1807: Preacher drowns baptism candidate; others not so keen

In the early 1800s, travelogue writer Charles W. Janson told of winter baptisms in New England where the preacher “ducked” baptismal candidates in half-frozen rivers. Janson described his first experience of these chilly baptisms:

“During this unnatural ceremony, I was no less entertained with the remarks of the spectators. One of them observed that severe as the discipline was, they seldom took cold or suffered subsequent bodily pains, adding that their enthusiasm was so great, and their minds were wrought up to such a degree of religious frenzy, that no room was left for reflection or sense of danger.”

Janson then reported one baptism in Connecticut that ended in tragedy:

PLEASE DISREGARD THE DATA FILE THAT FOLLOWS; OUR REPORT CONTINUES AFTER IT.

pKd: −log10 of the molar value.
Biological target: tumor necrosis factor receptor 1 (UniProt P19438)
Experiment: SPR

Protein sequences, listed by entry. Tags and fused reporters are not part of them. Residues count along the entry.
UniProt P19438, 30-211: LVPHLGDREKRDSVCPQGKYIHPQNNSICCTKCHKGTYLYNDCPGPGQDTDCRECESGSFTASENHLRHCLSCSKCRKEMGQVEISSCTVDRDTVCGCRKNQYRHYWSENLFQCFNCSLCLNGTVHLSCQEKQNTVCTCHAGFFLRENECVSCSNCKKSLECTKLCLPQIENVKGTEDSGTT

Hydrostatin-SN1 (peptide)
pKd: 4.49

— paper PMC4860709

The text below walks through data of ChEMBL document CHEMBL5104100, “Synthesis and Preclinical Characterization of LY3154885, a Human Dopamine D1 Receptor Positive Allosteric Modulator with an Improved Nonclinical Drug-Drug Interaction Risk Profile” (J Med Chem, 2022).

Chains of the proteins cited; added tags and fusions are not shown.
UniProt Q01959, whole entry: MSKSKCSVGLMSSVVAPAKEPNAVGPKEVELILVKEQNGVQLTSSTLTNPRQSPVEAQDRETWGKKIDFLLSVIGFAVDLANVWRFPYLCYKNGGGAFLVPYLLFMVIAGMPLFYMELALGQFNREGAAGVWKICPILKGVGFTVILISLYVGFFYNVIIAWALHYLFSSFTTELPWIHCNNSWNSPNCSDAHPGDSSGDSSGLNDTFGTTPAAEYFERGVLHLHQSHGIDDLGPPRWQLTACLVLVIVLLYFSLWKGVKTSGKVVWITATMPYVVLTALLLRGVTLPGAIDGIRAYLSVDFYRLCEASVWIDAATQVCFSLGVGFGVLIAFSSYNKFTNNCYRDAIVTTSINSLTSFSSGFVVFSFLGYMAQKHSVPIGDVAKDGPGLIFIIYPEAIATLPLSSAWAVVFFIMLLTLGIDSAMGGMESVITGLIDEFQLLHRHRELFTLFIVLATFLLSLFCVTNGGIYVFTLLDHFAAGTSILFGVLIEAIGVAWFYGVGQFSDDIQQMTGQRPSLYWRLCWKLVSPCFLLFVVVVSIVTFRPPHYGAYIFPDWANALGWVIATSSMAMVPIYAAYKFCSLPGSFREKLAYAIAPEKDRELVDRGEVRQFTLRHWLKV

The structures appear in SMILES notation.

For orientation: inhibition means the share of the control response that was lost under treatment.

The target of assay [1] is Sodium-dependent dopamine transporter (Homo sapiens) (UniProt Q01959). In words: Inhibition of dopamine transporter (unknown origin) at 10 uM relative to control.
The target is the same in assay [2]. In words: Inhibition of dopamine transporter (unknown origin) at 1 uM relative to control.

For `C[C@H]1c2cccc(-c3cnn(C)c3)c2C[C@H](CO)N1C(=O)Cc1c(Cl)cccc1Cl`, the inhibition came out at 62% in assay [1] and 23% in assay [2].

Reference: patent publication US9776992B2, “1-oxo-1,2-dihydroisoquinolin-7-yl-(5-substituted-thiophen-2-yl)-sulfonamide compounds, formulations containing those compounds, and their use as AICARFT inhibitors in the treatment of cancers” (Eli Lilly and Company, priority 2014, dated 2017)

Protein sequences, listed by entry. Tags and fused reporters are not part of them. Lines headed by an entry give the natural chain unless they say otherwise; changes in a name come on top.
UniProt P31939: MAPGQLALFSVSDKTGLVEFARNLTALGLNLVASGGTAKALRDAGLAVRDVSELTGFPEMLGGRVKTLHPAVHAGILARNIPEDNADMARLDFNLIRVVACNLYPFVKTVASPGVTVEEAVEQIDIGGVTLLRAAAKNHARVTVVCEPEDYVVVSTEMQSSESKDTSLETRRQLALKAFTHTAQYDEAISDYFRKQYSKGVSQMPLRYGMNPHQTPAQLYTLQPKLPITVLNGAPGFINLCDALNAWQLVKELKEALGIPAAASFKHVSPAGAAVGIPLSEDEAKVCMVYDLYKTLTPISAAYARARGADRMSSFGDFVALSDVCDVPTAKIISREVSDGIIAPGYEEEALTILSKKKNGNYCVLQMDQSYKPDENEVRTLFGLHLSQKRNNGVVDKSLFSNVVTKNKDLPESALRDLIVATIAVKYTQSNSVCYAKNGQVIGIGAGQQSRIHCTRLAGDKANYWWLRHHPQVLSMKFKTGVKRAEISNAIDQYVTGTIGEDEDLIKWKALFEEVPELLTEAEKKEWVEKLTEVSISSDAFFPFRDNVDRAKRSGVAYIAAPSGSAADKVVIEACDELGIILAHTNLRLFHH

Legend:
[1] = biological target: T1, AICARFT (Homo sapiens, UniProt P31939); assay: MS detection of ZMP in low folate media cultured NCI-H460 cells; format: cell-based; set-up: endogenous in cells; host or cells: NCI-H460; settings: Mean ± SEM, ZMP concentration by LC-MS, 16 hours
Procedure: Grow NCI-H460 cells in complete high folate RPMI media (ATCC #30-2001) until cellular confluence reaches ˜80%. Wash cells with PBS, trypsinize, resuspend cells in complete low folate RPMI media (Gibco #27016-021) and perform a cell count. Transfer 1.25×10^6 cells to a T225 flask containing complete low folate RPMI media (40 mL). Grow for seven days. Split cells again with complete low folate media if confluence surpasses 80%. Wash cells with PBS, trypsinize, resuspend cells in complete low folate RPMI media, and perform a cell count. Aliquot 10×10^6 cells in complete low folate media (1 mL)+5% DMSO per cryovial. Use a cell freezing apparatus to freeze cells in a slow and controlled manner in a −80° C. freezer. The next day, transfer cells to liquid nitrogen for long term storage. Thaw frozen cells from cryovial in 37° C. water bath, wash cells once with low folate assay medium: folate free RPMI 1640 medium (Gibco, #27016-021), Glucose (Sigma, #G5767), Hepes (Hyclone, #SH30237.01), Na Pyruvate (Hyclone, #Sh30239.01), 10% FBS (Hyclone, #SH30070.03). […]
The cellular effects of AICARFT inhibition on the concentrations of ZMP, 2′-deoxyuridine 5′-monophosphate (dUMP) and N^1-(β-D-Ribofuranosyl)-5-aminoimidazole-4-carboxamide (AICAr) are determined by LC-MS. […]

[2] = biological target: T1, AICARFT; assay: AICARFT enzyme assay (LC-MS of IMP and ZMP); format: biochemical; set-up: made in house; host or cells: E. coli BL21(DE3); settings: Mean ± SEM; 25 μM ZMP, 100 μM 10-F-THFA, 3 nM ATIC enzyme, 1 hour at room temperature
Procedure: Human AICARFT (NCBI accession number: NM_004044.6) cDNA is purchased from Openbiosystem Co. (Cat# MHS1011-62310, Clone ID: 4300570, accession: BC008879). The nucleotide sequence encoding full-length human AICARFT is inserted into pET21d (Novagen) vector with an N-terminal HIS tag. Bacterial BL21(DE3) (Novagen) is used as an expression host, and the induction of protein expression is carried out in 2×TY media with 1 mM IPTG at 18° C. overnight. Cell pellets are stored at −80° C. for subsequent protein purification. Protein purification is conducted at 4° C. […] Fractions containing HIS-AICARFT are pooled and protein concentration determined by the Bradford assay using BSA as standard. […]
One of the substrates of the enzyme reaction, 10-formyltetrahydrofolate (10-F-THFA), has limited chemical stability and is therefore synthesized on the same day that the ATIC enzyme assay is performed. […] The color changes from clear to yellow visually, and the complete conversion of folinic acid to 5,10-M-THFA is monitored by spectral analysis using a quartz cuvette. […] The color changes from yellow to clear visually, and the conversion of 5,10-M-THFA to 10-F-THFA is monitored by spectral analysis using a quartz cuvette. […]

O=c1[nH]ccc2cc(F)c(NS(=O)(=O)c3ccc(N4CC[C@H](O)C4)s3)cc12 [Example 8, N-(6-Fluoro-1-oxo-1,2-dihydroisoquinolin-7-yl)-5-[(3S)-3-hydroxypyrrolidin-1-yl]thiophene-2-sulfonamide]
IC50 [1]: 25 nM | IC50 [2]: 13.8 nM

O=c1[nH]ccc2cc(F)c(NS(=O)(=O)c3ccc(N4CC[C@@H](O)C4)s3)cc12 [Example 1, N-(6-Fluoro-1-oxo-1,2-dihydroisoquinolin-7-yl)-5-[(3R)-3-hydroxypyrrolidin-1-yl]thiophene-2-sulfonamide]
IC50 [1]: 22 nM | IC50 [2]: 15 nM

“It was performed in a small but rapid river covered with ice, except a place cut for the purpose. The minister, with his followers, advanced to the proper distance into the water. After the usual introductory prayer, being in the act of immersing the first, he [the preacher] accidentally lost his hold of the unfortunate person, who was in an instant carried down the stream, still running under the ice, and irrecoverably lost.”

The preacher, apparently unflustered by this disastrous turn of events, pressed on:

“The good man finding his subject gone, with a happy serenity of mind exclaimed: “The Lord hath given, the Lord hath taken away, blessed be the name of the Lord. Come another of you, my children.” The remainder, astonished and confounded, lost their faith, and fled.”

Source: Charles William Janson, The Stranger in America, 1807. Content on this page is © Alpha History 2019-23. Content may not be republished without our express permission. For more information please refer to our Terms of Use or contact Alpha History.